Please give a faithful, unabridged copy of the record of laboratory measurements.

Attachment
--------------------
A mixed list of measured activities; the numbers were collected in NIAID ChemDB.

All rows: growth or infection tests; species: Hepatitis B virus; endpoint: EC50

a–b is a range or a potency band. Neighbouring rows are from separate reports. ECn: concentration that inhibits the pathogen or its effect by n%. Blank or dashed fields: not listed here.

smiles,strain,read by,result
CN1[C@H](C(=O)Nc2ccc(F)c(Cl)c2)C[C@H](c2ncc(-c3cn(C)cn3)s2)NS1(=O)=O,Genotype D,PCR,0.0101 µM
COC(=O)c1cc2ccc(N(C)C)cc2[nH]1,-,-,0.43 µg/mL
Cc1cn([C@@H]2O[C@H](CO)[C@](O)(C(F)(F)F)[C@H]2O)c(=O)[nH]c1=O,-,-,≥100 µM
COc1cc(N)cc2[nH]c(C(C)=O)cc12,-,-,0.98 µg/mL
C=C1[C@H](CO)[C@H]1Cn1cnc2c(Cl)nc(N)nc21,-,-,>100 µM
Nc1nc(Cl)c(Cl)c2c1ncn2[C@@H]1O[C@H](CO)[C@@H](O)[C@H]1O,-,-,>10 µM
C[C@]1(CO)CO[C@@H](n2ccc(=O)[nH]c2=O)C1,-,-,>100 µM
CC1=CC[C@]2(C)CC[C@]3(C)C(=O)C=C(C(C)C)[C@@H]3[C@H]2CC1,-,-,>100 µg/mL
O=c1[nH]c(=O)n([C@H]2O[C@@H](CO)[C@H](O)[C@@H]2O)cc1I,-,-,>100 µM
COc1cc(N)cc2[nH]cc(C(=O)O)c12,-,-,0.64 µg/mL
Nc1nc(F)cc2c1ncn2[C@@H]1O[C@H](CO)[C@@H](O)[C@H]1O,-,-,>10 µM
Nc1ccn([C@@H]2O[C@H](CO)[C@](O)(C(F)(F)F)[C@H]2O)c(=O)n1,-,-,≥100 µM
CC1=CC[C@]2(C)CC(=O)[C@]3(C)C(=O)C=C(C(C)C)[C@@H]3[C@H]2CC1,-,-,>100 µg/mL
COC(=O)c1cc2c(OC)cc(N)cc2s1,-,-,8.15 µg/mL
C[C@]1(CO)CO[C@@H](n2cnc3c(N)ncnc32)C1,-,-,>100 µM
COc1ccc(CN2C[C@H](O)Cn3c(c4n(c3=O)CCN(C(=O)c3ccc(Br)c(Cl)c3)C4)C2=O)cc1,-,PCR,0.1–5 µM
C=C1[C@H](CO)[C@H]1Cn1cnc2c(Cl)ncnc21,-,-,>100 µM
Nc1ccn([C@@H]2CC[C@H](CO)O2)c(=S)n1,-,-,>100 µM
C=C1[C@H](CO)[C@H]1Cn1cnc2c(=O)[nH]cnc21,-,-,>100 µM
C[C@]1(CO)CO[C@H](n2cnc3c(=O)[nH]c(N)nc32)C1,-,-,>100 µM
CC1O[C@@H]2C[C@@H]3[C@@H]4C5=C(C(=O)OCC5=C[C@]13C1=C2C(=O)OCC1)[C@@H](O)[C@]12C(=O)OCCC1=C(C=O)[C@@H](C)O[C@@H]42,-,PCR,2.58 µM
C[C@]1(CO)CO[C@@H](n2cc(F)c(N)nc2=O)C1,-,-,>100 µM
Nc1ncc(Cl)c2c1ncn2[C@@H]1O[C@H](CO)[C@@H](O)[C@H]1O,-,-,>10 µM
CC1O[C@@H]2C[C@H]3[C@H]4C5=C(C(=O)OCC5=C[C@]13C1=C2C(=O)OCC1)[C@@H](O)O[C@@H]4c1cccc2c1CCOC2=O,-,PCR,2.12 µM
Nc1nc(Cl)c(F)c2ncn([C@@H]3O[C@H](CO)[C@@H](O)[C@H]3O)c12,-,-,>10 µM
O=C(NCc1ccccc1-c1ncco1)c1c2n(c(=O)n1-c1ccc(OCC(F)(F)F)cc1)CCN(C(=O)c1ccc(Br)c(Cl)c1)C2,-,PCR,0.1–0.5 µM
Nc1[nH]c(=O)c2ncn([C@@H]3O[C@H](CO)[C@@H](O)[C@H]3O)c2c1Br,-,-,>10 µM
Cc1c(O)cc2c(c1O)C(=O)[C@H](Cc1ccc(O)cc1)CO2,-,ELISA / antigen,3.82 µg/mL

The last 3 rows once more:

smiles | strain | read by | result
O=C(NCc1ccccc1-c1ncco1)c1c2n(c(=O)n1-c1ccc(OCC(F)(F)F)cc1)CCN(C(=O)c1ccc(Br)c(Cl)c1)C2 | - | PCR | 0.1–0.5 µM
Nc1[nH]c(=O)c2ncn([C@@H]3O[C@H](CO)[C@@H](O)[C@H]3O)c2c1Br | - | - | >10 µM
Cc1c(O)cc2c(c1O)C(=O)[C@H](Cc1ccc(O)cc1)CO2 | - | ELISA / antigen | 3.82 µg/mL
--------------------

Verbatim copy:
A mixed list of measured activities; the numbers were collected in NIAID ChemDB.

All rows: growth or infection tests; species: Hepatitis B virus; endpoint: EC50

a–b is a range or a potency band. Neighbouring rows are from separate reports. ECn: concentration that inhibits the pathogen or its effect by n%. Blank or dashed fields: not listed here.

smiles,strain,read by,result
CN1[C@H](C(=O)Nc2ccc(F)c(Cl)c2)C[C@H](c2ncc(-c3cn(C)cn3)s2)NS1(=O)=O,Genotype D,PCR,0.0101 µM
COC(=O)c1cc2ccc(N(C)C)cc2[nH]1,-,-,0.43 µg/mL
Cc1cn([C@@H]2O[C@H](CO)[C@](O)(C(F)(F)F)[C@H]2O)c(=O)[nH]c1=O,-,-,≥100 µM
COc1cc(N)cc2[nH]c(C(C)=O)cc12,-,-,0.98 µg/mL
C=C1[C@H](CO)[C@H]1Cn1cnc2c(Cl)nc(N)nc21,-,-,>100 µM
Nc1nc(Cl)c(Cl)c2c1ncn2[C@@H]1O[C@H](CO)[C@@H](O)[C@H]1O,-,-,>10 µM
C[C@]1(CO)CO[C@@H](n2ccc(=O)[nH]c2=O)C1,-,-,>100 µM
CC1=CC[C@]2(C)CC[C@]3(C)C(=O)C=C(C(C)C)[C@@H]3[C@H]2CC1,-,-,>100 µg/mL
O=c1[nH]c(=O)n([C@H]2O[C@@H](CO)[C@H](O)[C@@H]2O)cc1I,-,-,>100 µM
COc1cc(N)cc2[nH]cc(C(=O)O)c12,-,-,0.64 µg/mL
Nc1nc(F)cc2c1ncn2[C@@H]1O[C@H](CO)[C@@H](O)[C@H]1O,-,-,>10 µM
Nc1ccn([C@@H]2O[C@H](CO)[C@](O)(C(F)(F)F)[C@H]2O)c(=O)n1,-,-,≥100 µM
CC1=CC[C@]2(C)CC(=O)[C@]3(C)C(=O)C=C(C(C)C)[C@@H]3[C@H]2CC1,-,-,>100 µg/mL
COC(=O)c1cc2c(OC)cc(N)cc2s1,-,-,8.15 µg/mL
C[C@]1(CO)CO[C@@H](n2cnc3c(N)ncnc32)C1,-,-,>100 µM
COc1ccc(CN2C[C@H](O)Cn3c(c4n(c3=O)CCN(C(=O)c3ccc(Br)c(Cl)c3)C4)C2=O)cc1,-,PCR,0.1–5 µM
C=C1[C@H](CO)[C@H]1Cn1cnc2c(Cl)ncnc21,-,-,>100 µM
Nc1ccn([C@@H]2CC[C@H](CO)O2)c(=S)n1,-,-,>100 µM
C=C1[C@H](CO)[C@H]1Cn1cnc2c(=O)[nH]cnc21,-,-,>100 µM
C[C@]1(CO)CO[C@H](n2cnc3c(=O)[nH]c(N)nc32)C1,-,-,>100 µM
CC1O[C@@H]2C[C@@H]3[C@@H]4C5=C(C(=O)OCC5=C[C@]13C1=C2C(=O)OCC1)[C@@H](O)[C@]12C(=O)OCCC1=C(C=O)[C@@H](C)O[C@@H]42,-,PCR,2.58 µM
C[C@]1(CO)CO[C@@H](n2cc(F)c(N)nc2=O)C1,-,-,>100 µM
Nc1ncc(Cl)c2c1ncn2[C@@H]1O[C@H](CO)[C@@H](O)[C@H]1O,-,-,>10 µM
CC1O[C@@H]2C[C@H]3[C@H]4C5=C(C(=O)OCC5=C[C@]13C1=C2C(=O)OCC1)[C@@H](O)O[C@@H]4c1cccc2c1CCOC2=O,-,PCR,2.12 µM
Nc1nc(Cl)c(F)c2ncn([C@@H]3O[C@H](CO)[C@@H](O)[C@H]3O)c12,-,-,>10 µM
O=C(NCc1ccccc1-c1ncco1)c1c2n(c(=O)n1-c1ccc(OCC(F)(F)F)cc1)CCN(C(=O)c1ccc(Br)c(Cl)c1)C2,-,PCR,0.1–0.5 µM
Nc1[nH]c(=O)c2ncn([C@@H]3O[C@H](CO)[C@@H](O)[C@H]3O)c2c1Br,-,-,>10 µM
Cc1c(O)cc2c(c1O)C(=O)[C@H](Cc1ccc(O)cc1)CO2,-,ELISA / antigen,3.82 µg/mL

The last 3 rows once more:

smiles | strain | read by | result
O=C(NCc1ccccc1-c1ncco1)c1c2n(c(=O)n1-c1ccc(OCC(F)(F)F)cc1)CCN(C(=O)c1ccc(Br)c(Cl)c1)C2 | - | PCR | 0.1–0.5 µM
Nc1[nH]c(=O)c2ncn([C@@H]3O[C@H](CO)[C@@H](O)[C@H]3O)c2c1Br | - | - | >10 µM
Cc1c(O)cc2c(c1O)C(=O)[C@H](Cc1ccc(O)cc1)CO2 | - | ELISA / antigen | 3.82 µg/mL